It does work. Tiffany solves the box and the Cenobites show up and instantly rezone Channard’s pad into hell. As the lesser Cenobites cluster around Tiffany, ready to do what they do best, Pinhead forbids them. “It is not hands that call us. It is desire.” And Pinhead’s gaze takes the camera into hell after Channard and Julia.
This is the point the movie really departs into its own thing, adding new material to the skeletal and nebulous Hellraiser mythology while upping the ante in terms of threats and effects. And boy does it suck. OK, maybe not suck, but fair warning, nothing is going to make much sense from this point on.
Hell could be many things. Bottomless pit, unquenchable flames, something like a Bosch painting, that “Informer” song on a neverending loop. Hell in “Hellraiser II” took serious inspiration from Jareth the Goblin King’s realm in “Labyrinth.” It’s M.C. Escher matte painting with a little H.R. Geiger flourish here and there, wind machines, strobe lights, and a few themed sound stages for individual pilgrims wandering its otherwise featureless gray maze. Tiffany has a carnival soundstage, for instance. Kirsty’s is the house where her Dad was killed. Mine would probably be a room of monitors showing this part of the movie.
Wandering around the Labyrinth, Kirsty bumps back into the Cenobites instead of muppets. They menace her as usual, insist she clearly wants what they have to offer, but then strangely still don’t take the opportunity to mutilate her when she proves powerless against them. You know, the Cenobites like to imply Kirsty keeps running into them because she wants to be tortured for eternity, but they keep letting her go, so what does that say about them?
Meanwhile, Julia takes Channard to the center of the Labyrinth and introduces him to her god. No, not Satan, and not Jareth either – it’s Leviathan, who appears to be an obelisk screensaver. She then backs him into a Cenobite-making booth, announcing that the entire reason she was allowed to escape was so she could bring Leviathan more souls. And I’ll never believe in true love again. Kirsty ping-pongs from the Cenobites to dead Uncle Frank, who is being tormented on his own soundstage. He tells Kirsty it was he who appeared in her room, not her dad, who is dead. So in the Hellraiser universe (so far) if you’re killed by the Cenobites, you’re not entirely dead? You’re just in hell. But you can come back. But if you’re killed by anything else, including things from hell that aren’t Cenobites, you’re dead and that’s it? What are the eschatological implications here?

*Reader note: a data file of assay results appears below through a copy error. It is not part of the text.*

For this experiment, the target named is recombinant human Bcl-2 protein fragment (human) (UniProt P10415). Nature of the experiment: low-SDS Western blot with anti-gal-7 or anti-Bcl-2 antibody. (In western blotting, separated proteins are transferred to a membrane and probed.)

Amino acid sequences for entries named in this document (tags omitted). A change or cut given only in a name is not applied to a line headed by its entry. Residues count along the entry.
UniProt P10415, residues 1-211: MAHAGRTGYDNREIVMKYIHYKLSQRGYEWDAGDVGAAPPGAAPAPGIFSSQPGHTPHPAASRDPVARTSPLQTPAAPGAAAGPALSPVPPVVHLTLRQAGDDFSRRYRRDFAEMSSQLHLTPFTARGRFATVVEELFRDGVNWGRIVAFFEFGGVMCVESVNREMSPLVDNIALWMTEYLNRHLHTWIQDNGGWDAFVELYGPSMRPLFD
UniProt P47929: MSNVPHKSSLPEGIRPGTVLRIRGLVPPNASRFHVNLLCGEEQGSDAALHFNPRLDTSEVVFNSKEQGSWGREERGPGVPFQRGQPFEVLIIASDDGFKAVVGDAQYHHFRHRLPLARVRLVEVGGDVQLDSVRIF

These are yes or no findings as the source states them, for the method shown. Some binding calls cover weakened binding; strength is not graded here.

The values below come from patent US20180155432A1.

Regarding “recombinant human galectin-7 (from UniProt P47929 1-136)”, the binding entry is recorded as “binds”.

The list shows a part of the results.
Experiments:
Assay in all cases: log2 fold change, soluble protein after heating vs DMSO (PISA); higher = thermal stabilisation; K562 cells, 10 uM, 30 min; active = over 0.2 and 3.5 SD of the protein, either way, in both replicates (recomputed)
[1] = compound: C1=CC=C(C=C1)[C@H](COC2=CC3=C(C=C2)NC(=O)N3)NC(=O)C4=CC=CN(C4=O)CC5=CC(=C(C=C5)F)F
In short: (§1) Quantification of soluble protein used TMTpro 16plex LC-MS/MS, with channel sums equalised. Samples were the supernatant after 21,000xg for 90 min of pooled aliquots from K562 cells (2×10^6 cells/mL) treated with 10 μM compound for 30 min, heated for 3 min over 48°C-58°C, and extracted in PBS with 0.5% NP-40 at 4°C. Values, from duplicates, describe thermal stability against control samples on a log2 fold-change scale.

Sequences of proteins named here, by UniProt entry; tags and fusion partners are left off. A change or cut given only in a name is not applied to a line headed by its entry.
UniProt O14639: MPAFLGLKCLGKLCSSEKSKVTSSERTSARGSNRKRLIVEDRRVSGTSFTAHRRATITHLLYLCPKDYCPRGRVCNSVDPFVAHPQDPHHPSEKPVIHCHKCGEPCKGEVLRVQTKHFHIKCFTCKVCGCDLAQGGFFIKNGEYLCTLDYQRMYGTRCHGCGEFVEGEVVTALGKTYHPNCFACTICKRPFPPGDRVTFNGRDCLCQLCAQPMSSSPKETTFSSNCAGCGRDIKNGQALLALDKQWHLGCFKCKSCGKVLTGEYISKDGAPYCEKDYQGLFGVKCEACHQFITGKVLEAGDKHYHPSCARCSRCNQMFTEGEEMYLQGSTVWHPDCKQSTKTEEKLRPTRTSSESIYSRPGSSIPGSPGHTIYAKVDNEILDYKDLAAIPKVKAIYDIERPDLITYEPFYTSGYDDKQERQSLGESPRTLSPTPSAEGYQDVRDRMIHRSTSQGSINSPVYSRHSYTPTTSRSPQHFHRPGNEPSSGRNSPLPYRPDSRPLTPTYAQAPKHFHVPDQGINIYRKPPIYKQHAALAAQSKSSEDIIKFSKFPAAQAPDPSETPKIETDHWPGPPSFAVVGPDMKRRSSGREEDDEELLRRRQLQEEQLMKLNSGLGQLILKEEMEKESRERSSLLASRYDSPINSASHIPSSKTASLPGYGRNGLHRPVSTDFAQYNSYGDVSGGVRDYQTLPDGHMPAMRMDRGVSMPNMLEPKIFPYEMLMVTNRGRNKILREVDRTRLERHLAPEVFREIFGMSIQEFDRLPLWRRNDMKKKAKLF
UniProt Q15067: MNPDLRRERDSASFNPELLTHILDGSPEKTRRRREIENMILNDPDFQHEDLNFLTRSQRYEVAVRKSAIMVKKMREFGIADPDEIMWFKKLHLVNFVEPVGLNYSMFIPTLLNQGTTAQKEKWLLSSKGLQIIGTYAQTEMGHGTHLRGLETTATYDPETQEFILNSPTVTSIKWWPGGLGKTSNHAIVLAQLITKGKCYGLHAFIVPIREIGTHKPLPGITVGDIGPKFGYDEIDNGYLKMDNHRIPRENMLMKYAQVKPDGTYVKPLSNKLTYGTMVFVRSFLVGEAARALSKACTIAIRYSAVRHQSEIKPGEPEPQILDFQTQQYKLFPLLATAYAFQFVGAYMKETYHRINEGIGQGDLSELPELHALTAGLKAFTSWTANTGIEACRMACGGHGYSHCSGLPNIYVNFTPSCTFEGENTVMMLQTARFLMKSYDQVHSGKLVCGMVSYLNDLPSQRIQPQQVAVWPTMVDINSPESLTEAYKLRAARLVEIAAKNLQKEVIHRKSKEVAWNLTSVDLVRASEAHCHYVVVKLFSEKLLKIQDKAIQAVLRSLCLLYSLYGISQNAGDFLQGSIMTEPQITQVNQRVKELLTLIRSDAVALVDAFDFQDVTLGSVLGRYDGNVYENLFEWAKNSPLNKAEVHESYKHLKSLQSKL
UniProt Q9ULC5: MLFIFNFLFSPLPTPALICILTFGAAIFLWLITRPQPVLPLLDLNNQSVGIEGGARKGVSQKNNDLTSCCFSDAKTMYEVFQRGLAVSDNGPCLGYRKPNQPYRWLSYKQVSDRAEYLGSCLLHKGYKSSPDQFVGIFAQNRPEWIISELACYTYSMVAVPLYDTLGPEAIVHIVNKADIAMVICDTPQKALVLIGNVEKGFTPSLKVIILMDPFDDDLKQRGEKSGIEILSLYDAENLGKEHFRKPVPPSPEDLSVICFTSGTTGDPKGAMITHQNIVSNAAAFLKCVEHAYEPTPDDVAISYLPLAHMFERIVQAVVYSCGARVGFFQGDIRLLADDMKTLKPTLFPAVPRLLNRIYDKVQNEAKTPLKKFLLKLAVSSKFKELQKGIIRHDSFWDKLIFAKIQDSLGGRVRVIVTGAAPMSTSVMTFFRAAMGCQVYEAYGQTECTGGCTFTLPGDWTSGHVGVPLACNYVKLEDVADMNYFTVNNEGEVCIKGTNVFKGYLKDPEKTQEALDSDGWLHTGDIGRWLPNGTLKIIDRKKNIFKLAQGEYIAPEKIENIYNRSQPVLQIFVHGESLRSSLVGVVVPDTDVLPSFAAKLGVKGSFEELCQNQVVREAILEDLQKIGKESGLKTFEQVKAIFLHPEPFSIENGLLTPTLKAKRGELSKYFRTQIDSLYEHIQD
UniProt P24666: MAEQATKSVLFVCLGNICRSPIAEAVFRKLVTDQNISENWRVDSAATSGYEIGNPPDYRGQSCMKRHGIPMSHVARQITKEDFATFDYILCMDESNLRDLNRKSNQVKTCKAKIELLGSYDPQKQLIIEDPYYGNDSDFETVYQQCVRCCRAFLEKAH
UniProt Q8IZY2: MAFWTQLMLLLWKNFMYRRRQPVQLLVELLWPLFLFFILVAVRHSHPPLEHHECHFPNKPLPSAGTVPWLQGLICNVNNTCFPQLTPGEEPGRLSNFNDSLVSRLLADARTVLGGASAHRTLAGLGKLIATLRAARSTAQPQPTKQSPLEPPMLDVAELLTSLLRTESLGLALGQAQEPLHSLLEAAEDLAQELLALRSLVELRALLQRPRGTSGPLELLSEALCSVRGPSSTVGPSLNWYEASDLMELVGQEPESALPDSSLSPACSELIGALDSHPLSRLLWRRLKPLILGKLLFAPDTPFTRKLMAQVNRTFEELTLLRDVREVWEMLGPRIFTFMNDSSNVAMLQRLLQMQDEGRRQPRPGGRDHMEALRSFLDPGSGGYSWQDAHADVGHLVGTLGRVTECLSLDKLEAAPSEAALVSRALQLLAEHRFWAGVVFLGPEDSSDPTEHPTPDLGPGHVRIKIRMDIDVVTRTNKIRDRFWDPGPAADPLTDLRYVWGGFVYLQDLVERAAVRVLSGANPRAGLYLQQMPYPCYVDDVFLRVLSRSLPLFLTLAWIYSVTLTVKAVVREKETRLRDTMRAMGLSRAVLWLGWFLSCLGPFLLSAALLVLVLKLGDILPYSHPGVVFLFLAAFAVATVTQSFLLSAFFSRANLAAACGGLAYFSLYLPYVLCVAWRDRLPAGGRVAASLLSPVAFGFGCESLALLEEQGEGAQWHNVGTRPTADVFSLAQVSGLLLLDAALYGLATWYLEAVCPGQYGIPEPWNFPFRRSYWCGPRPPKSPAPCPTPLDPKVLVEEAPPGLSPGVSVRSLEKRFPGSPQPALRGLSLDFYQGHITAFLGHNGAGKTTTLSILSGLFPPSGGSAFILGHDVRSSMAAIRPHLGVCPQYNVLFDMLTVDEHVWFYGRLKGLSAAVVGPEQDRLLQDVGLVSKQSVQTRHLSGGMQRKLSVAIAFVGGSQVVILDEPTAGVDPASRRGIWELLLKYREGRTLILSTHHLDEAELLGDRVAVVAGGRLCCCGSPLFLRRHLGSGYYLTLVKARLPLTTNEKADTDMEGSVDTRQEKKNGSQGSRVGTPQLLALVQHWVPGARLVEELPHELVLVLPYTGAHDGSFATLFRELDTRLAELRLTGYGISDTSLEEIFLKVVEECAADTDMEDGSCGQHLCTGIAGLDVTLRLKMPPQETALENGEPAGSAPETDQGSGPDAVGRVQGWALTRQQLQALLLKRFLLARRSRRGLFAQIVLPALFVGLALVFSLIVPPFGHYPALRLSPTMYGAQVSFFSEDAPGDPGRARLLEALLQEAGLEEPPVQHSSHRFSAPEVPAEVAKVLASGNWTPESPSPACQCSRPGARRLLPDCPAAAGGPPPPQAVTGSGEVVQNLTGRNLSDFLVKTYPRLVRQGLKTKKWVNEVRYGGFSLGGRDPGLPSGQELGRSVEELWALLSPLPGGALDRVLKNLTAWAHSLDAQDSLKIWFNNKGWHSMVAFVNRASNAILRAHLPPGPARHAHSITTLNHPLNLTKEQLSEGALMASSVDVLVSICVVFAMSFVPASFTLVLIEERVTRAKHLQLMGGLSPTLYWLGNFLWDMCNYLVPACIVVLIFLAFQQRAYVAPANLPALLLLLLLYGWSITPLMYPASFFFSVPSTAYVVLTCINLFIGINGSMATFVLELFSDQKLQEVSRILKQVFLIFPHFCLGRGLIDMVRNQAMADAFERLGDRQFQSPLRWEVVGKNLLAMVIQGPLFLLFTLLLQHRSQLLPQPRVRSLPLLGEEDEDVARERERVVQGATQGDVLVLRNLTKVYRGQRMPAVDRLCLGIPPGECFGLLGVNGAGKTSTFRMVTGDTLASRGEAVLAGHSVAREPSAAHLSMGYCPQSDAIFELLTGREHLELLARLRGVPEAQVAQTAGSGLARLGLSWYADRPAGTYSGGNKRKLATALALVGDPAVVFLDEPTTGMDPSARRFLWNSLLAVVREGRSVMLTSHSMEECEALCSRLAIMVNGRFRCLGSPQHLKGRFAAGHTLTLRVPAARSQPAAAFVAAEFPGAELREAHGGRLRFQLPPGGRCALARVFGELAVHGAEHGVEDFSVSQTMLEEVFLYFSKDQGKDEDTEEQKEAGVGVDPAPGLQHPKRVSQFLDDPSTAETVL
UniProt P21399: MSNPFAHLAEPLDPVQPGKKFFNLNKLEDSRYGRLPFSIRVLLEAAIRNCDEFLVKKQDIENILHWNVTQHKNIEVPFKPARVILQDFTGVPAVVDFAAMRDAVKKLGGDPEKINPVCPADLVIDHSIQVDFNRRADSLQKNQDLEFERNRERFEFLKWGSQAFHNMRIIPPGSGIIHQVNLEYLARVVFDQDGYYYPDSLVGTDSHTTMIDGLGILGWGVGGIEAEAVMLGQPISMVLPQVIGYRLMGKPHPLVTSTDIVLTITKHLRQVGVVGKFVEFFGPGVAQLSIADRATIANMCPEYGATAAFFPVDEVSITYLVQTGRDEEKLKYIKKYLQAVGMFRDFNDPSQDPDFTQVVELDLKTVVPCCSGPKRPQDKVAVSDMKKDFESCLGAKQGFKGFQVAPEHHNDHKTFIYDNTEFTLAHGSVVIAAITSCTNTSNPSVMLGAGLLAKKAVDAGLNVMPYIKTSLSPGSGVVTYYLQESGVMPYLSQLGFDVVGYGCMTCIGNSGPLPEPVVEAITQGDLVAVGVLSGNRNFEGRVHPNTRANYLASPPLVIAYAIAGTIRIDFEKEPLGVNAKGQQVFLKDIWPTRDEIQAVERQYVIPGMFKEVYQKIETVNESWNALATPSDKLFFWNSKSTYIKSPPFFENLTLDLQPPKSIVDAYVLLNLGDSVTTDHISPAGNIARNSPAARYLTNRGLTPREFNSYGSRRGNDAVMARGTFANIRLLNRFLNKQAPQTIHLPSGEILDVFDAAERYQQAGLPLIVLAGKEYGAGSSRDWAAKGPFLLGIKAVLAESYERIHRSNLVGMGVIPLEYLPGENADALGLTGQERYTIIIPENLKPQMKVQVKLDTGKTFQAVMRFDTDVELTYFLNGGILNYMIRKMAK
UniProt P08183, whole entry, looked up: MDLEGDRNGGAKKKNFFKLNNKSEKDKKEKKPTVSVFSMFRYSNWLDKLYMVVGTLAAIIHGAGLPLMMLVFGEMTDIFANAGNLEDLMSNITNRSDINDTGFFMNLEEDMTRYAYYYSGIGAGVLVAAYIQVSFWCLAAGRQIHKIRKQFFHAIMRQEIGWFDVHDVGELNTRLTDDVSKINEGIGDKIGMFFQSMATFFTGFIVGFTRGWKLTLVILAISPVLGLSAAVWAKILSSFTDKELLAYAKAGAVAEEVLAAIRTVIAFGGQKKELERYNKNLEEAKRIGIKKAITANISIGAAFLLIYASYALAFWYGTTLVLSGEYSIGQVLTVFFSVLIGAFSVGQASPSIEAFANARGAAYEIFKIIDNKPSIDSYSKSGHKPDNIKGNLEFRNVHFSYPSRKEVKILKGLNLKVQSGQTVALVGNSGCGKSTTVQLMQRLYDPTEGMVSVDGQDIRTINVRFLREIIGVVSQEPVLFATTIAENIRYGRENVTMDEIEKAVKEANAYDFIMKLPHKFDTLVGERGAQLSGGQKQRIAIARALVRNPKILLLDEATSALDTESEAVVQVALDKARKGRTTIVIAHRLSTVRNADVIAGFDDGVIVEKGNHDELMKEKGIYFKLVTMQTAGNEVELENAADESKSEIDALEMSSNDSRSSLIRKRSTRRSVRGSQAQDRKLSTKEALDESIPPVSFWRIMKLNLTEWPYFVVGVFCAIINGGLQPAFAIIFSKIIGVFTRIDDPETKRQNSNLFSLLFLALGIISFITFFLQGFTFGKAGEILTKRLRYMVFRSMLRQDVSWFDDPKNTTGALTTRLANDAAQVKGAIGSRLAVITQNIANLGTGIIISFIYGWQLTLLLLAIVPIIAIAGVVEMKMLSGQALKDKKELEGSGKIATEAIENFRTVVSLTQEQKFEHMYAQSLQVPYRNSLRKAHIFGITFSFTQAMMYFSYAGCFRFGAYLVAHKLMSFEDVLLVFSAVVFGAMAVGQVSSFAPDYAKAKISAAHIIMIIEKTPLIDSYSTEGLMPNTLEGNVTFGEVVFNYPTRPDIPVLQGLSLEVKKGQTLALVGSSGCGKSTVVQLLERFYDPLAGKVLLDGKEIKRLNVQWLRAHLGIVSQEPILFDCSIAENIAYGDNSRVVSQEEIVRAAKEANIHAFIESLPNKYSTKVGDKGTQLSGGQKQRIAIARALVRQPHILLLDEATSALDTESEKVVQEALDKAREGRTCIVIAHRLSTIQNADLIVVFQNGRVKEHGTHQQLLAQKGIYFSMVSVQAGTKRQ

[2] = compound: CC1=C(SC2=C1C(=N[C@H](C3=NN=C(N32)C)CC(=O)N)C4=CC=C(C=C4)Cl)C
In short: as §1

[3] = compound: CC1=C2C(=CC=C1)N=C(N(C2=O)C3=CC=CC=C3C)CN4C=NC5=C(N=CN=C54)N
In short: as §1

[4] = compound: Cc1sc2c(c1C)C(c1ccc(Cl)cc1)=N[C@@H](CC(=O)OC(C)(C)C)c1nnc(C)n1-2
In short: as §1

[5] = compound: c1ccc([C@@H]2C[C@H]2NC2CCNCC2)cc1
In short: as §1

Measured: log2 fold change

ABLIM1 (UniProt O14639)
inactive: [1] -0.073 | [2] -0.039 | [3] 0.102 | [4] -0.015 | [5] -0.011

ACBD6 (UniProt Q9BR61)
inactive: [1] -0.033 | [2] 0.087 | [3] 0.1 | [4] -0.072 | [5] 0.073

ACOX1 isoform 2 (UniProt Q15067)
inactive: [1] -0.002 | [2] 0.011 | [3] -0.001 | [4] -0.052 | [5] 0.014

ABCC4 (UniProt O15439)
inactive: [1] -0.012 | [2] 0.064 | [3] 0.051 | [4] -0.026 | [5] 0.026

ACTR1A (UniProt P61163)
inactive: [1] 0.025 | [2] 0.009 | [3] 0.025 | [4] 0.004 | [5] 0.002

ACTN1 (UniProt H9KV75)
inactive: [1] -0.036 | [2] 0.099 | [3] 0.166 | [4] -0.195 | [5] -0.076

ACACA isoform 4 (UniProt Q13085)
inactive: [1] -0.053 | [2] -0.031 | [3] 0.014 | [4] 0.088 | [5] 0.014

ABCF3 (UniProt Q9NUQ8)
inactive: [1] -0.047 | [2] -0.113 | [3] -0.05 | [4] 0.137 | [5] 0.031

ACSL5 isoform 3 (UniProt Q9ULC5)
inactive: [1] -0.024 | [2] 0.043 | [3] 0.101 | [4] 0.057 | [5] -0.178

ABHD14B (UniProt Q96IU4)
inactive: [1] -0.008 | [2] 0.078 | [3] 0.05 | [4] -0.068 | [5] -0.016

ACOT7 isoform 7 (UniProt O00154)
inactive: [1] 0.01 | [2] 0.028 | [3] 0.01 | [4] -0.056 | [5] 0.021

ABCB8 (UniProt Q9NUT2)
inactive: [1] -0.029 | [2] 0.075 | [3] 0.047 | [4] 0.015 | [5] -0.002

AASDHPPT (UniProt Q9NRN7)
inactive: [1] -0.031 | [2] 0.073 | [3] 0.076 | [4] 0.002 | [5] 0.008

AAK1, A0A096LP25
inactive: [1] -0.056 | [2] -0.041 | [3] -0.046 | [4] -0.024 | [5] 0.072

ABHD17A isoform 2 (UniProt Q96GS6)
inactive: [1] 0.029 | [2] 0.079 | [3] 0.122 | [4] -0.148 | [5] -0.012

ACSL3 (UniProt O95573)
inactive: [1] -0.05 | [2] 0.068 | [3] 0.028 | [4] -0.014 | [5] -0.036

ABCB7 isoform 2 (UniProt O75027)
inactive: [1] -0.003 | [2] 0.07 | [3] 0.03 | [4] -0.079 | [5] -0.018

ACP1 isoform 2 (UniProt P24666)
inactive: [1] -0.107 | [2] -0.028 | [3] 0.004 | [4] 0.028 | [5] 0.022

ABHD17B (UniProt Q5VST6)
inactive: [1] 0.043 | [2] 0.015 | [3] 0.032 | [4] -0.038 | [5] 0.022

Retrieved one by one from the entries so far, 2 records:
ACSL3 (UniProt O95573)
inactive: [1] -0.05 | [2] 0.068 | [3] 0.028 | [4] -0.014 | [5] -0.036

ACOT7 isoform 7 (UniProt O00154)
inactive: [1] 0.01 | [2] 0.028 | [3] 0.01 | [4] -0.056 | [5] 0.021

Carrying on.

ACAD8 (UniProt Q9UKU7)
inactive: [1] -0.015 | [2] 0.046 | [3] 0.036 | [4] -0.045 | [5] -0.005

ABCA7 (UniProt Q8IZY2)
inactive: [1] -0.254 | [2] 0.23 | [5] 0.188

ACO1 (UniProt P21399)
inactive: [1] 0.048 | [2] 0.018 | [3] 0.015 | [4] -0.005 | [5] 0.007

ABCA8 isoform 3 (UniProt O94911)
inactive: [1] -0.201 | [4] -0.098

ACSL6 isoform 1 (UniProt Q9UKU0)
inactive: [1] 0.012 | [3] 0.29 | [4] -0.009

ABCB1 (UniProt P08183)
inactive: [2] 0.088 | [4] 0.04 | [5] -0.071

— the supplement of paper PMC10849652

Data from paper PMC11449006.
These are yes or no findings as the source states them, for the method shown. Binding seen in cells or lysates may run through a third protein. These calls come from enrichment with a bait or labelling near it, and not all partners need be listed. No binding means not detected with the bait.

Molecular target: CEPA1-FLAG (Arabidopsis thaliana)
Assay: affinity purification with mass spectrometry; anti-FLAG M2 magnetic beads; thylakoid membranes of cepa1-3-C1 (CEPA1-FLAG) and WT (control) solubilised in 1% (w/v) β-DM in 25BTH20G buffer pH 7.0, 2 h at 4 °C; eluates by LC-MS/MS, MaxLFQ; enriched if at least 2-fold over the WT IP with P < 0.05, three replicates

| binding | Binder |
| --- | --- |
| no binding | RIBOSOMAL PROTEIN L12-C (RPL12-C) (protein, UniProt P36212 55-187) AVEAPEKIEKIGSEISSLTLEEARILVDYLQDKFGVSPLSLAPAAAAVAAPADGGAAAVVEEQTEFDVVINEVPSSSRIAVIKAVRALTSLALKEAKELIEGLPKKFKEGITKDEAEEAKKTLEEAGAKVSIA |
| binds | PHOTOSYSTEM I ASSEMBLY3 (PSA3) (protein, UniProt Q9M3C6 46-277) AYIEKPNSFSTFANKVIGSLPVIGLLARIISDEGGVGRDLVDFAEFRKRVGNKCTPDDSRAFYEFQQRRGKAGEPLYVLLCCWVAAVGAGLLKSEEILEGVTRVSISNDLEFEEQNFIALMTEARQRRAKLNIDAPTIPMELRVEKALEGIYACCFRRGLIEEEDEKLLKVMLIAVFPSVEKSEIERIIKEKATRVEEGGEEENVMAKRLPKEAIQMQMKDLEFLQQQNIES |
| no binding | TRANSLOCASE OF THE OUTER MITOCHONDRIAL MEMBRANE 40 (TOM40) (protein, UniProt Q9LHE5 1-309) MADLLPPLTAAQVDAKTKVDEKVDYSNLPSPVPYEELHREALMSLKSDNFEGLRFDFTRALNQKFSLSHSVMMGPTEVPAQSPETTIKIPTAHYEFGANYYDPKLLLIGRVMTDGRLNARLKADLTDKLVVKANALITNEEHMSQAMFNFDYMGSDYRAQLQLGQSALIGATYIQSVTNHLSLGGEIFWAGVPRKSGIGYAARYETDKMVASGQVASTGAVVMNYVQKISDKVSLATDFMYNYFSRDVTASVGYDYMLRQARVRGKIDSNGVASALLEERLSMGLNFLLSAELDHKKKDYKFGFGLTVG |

OK, then Julia shows up and kills Frank. I guess. Good. Kirsty contends with Julia, both fighting for Tiffany’s trust, and sometimes it’s in the most unlikely moments a movie passes the Bechdel test. Ultimately Julia’s skin is torn off and she falls to her…death? In hell? Man, I don’t even know.
Channard emerges from the Insta-Cenobite booth as the Doctor Cenobite, looking not at all well, but he looks around in wonder and murmurs one of my favorite lines of any movie, “And to think, I hesitated.” But they really should have left Channard in there for another millennia or so because he just looks silly. He’s like a flying tentacle porn Inspector Gadget. The rest of the movie is Kirsty and Tiffany versus the Doctor Cenobite, getting some unexpected help from our O.G. Cenobites, but ultimately it’s going to come down to Tiffany’s puzzle-solving skillz and Kirsty’s ingenuity to stop the Doctor Cenobite’s terrible medical puns.
“Hellraiser II” is a sequel from a more innocent time when horror sequels were really just expected to be the same movie plus boobs and bodycount, and to be fair, they did that. They do try to flesh out the lore, which would be a good thing if the stuff they added wasn’t self-contradictory crap. Clive Barker said that he was afraid people would laugh at the Cenobites in the first movie, but he managed to make something horrifying and cool instead. The Doctor Cenobite is every bit Clive’s fear realized though, which is doubly a shame because Channard was so effective before he got all go-go gadget. It’s still worth a look, but the movie really does go all to hell once they all go to hell.
Watch the trailer to “Hellbound: Hellraiser II”